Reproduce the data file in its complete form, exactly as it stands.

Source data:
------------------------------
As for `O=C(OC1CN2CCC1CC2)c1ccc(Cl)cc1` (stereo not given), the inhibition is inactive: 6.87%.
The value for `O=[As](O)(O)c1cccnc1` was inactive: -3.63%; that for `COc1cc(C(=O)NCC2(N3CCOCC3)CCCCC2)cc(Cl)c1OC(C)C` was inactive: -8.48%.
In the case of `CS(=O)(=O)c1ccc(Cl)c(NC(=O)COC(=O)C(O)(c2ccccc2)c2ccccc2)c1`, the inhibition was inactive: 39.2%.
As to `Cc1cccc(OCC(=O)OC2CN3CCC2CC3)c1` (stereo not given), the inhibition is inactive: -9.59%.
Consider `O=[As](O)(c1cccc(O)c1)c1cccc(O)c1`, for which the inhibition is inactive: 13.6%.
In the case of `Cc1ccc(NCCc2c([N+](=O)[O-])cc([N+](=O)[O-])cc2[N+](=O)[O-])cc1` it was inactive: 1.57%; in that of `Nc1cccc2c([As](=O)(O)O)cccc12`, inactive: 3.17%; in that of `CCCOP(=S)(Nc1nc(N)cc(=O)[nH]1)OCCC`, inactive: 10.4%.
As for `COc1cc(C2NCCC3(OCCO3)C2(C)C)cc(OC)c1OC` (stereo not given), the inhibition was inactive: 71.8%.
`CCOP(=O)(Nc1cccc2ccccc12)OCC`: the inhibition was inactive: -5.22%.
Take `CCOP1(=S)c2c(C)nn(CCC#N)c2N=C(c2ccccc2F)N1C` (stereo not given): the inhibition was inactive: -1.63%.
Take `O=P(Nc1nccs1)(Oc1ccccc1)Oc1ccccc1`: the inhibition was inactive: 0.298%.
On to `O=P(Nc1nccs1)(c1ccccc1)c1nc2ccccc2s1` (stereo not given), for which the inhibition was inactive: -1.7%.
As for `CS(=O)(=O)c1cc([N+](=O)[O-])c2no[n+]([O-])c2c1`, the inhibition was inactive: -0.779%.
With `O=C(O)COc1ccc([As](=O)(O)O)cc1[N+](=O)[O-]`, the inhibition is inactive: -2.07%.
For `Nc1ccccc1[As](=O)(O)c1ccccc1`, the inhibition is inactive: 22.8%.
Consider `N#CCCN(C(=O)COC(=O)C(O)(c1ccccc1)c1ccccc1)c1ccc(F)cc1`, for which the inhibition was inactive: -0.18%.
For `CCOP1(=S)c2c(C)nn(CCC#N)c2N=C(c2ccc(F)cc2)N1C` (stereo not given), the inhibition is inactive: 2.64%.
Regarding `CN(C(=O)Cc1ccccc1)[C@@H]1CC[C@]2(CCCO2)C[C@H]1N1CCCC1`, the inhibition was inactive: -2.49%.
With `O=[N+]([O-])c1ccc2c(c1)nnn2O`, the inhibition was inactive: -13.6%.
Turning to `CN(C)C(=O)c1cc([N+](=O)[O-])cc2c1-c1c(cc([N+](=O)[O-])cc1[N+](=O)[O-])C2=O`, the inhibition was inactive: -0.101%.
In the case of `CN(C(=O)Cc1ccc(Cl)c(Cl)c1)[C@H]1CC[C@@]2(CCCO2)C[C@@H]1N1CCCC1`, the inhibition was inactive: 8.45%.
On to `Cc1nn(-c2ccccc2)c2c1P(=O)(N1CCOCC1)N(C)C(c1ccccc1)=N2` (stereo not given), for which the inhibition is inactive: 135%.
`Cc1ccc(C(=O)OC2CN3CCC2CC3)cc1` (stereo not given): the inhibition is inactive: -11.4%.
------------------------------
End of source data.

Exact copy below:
As for `O=C(OC1CN2CCC1CC2)c1ccc(Cl)cc1` (stereo not given), the inhibition is inactive: 6.87%.
The value for `O=[As](O)(O)c1cccnc1` was inactive: -3.63%; that for `COc1cc(C(=O)NCC2(N3CCOCC3)CCCCC2)cc(Cl)c1OC(C)C` was inactive: -8.48%.
In the case of `CS(=O)(=O)c1ccc(Cl)c(NC(=O)COC(=O)C(O)(c2ccccc2)c2ccccc2)c1`, the inhibition was inactive: 39.2%.
As to `Cc1cccc(OCC(=O)OC2CN3CCC2CC3)c1` (stereo not given), the inhibition is inactive: -9.59%.
Consider `O=[As](O)(c1cccc(O)c1)c1cccc(O)c1`, for which the inhibition is inactive: 13.6%.
In the case of `Cc1ccc(NCCc2c([N+](=O)[O-])cc([N+](=O)[O-])cc2[N+](=O)[O-])cc1` it was inactive: 1.57%; in that of `Nc1cccc2c([As](=O)(O)O)cccc12`, inactive: 3.17%; in that of `CCCOP(=S)(Nc1nc(N)cc(=O)[nH]1)OCCC`, inactive: 10.4%.
As for `COc1cc(C2NCCC3(OCCO3)C2(C)C)cc(OC)c1OC` (stereo not given), the inhibition was inactive: 71.8%.
`CCOP(=O)(Nc1cccc2ccccc12)OCC`: the inhibition was inactive: -5.22%.
Take `CCOP1(=S)c2c(C)nn(CCC#N)c2N=C(c2ccccc2F)N1C` (stereo not given): the inhibition was inactive: -1.63%.
Take `O=P(Nc1nccs1)(Oc1ccccc1)Oc1ccccc1`: the inhibition was inactive: 0.298%.
On to `O=P(Nc1nccs1)(c1ccccc1)c1nc2ccccc2s1` (stereo not given), for which the inhibition was inactive: -1.7%.
As for `CS(=O)(=O)c1cc([N+](=O)[O-])c2no[n+]([O-])c2c1`, the inhibition was inactive: -0.779%.
With `O=C(O)COc1ccc([As](=O)(O)O)cc1[N+](=O)[O-]`, the inhibition is inactive: -2.07%.
For `Nc1ccccc1[As](=O)(O)c1ccccc1`, the inhibition is inactive: 22.8%.
Consider `N#CCCN(C(=O)COC(=O)C(O)(c1ccccc1)c1ccccc1)c1ccc(F)cc1`, for which the inhibition was inactive: -0.18%.
For `CCOP1(=S)c2c(C)nn(CCC#N)c2N=C(c2ccc(F)cc2)N1C` (stereo not given), the inhibition is inactive: 2.64%.
Regarding `CN(C(=O)Cc1ccccc1)[C@@H]1CC[C@]2(CCCO2)C[C@H]1N1CCCC1`, the inhibition was inactive: -2.49%.
With `O=[N+]([O-])c1ccc2c(c1)nnn2O`, the inhibition was inactive: -13.6%.
Turning to `CN(C)C(=O)c1cc([N+](=O)[O-])cc2c1-c1c(cc([N+](=O)[O-])cc1[N+](=O)[O-])C2=O`, the inhibition was inactive: -0.101%.
In the case of `CN(C(=O)Cc1ccc(Cl)c(Cl)c1)[C@H]1CC[C@@]2(CCCO2)C[C@@H]1N1CCCC1`, the inhibition was inactive: 8.45%.
On to `Cc1nn(-c2ccccc2)c2c1P(=O)(N1CCOCC1)N(C)C(c1ccccc1)=N2` (stereo not given), for which the inhibition is inactive: 135%.
`Cc1ccc(C(=O)OC2CN3CCC2CC3)cc1` (stereo not given): the inhibition is inactive: -11.4%.